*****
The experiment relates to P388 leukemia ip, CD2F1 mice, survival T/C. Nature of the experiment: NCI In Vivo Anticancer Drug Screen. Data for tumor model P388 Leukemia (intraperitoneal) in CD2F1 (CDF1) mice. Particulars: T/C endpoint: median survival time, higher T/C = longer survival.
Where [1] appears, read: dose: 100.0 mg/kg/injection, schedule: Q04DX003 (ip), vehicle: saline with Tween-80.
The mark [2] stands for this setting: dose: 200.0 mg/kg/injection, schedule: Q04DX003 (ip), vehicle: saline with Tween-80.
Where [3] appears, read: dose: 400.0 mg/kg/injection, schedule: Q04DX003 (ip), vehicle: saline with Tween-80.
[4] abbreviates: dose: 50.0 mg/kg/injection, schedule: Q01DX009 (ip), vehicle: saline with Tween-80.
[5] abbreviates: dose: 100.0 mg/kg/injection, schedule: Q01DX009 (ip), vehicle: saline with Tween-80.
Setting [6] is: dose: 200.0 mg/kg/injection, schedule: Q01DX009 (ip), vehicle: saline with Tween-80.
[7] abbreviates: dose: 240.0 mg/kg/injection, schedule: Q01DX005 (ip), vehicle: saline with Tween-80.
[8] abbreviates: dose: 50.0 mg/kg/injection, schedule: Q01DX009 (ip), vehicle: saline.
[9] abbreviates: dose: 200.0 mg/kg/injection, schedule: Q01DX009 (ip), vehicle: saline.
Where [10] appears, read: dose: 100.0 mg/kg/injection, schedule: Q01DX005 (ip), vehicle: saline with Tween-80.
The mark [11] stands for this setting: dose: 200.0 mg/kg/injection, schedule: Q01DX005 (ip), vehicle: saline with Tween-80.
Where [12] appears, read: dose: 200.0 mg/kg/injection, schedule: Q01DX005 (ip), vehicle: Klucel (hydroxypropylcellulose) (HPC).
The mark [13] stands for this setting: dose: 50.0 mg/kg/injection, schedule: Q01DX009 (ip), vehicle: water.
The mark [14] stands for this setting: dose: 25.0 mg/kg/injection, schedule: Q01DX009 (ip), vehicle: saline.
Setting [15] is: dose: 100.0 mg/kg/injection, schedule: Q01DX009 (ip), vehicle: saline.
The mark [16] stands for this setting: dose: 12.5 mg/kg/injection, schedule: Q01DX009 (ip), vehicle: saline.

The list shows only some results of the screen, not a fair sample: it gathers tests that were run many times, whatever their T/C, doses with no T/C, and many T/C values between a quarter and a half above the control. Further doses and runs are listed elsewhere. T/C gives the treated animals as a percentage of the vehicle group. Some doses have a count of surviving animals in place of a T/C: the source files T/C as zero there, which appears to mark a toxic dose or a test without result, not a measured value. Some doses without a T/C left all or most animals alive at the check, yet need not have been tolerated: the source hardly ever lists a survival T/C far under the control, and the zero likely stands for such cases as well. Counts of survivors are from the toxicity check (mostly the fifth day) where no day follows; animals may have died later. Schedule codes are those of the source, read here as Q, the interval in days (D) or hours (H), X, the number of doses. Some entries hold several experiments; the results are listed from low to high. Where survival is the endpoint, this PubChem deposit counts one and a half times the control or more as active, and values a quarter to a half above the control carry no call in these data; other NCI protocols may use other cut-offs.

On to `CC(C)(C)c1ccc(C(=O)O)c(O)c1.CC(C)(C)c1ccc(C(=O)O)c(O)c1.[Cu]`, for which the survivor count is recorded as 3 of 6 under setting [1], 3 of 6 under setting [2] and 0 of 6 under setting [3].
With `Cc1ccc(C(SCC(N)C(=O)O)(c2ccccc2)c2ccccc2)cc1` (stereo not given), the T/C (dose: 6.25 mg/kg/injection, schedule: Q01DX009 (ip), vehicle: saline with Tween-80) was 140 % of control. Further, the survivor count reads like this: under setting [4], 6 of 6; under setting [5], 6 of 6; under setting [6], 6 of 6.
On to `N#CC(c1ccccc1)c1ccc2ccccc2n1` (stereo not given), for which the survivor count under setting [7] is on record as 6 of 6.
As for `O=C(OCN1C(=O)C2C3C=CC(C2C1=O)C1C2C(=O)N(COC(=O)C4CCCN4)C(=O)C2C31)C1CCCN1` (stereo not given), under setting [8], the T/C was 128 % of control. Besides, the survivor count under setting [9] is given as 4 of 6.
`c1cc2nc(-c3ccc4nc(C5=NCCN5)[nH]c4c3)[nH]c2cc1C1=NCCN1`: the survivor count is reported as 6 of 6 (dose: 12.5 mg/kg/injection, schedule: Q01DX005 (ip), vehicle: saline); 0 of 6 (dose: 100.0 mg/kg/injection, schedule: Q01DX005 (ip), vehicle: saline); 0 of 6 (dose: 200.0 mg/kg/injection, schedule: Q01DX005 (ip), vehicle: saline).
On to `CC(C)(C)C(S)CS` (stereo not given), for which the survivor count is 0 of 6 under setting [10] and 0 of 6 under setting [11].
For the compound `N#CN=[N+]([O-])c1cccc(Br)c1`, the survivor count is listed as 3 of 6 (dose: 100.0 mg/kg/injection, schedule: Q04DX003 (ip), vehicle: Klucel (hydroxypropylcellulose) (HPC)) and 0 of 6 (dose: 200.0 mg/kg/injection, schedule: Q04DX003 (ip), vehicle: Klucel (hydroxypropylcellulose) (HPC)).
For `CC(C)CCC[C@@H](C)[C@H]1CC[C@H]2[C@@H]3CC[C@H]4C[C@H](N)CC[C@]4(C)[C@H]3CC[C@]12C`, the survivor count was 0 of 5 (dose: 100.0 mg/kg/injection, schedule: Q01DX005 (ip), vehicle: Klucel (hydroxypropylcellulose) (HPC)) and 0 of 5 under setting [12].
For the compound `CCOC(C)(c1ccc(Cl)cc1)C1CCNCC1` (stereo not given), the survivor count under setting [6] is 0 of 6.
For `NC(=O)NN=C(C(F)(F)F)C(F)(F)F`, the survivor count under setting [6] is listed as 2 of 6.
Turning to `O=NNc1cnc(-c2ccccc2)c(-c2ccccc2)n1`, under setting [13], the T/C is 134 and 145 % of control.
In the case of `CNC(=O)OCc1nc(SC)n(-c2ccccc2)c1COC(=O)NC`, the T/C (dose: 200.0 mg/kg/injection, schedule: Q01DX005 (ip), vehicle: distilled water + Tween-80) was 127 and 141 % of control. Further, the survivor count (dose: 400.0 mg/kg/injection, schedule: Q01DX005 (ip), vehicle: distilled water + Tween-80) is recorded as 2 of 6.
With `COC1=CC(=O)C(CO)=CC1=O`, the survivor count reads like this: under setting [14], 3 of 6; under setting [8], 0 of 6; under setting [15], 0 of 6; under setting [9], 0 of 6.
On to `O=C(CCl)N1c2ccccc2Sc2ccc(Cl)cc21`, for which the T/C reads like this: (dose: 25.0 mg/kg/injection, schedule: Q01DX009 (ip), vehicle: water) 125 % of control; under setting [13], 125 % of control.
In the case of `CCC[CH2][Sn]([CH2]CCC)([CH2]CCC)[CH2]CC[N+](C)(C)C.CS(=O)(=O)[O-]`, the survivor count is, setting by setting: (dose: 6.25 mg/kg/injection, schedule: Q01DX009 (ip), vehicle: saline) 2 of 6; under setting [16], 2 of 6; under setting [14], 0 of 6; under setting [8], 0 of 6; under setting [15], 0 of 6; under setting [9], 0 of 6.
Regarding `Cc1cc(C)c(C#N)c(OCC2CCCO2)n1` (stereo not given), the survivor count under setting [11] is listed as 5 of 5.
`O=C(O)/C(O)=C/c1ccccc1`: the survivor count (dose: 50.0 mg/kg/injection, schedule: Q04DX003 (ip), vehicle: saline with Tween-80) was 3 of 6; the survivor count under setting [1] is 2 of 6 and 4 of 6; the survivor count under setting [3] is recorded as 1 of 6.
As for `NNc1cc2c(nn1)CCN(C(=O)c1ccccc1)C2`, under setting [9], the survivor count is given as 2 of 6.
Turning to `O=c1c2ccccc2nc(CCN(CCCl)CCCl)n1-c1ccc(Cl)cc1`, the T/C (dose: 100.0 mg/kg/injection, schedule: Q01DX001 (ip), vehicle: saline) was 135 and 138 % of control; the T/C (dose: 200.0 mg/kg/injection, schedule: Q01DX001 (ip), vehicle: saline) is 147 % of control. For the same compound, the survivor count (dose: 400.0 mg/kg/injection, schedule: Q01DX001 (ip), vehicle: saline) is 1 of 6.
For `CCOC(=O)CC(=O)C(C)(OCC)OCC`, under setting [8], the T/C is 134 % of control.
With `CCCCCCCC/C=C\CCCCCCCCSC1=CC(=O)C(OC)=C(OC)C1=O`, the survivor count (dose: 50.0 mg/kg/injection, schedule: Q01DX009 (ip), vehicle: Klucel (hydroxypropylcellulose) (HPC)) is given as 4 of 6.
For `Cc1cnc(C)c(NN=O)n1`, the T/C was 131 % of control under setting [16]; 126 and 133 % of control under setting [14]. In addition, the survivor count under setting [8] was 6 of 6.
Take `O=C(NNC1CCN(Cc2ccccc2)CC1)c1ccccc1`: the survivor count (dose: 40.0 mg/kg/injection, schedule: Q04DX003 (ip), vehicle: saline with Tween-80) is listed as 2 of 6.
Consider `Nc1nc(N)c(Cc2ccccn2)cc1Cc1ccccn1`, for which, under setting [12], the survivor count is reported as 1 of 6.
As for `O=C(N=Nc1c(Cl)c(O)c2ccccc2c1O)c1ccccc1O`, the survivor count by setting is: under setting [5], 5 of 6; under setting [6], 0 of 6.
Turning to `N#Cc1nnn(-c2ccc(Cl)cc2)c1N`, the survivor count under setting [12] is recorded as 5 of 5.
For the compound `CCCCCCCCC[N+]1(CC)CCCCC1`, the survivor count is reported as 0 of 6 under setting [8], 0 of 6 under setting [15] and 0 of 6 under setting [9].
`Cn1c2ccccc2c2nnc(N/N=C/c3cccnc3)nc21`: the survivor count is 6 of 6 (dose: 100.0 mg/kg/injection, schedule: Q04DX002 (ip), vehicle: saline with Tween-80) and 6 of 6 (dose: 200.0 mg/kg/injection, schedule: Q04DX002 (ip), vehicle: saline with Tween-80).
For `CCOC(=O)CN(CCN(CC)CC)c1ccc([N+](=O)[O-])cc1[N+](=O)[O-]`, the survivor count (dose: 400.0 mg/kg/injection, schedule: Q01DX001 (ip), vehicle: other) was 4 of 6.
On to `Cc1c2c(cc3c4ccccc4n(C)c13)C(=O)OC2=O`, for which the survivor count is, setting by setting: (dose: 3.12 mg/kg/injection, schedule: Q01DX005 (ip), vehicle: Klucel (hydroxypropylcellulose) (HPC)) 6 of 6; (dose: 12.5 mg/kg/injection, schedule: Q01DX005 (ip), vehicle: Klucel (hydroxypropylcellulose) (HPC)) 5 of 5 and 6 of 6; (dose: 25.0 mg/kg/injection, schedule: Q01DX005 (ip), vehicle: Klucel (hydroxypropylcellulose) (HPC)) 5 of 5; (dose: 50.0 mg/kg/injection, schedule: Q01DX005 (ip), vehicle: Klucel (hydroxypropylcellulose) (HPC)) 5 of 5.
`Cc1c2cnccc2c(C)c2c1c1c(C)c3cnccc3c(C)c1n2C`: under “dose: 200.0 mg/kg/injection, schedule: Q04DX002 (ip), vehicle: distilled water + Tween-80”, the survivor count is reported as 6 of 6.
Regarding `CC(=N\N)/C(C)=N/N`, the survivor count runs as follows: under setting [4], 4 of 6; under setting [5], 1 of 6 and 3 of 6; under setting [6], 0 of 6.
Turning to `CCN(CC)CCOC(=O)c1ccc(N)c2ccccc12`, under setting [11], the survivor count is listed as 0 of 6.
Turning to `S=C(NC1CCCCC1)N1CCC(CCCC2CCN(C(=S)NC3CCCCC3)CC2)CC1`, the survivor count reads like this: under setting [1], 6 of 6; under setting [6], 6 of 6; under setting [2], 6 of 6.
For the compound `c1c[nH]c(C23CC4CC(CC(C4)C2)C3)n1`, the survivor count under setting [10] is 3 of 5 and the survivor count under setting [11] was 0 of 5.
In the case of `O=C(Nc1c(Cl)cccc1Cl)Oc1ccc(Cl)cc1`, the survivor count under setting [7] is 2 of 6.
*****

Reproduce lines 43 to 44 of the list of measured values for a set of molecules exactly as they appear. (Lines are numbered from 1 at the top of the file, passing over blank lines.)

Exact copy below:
As for `O=C(N=Nc1c(Cl)c(O)c2ccccc2c1O)c1ccccc1O`, the survivor count by setting is: under setting [5], 5 of 6; under setting [6], 0 of 6.
Turning to `N#Cc1nnn(-c2ccc(Cl)cc2)c1N`, the survivor count under setting [12] is recorded as 5 of 5.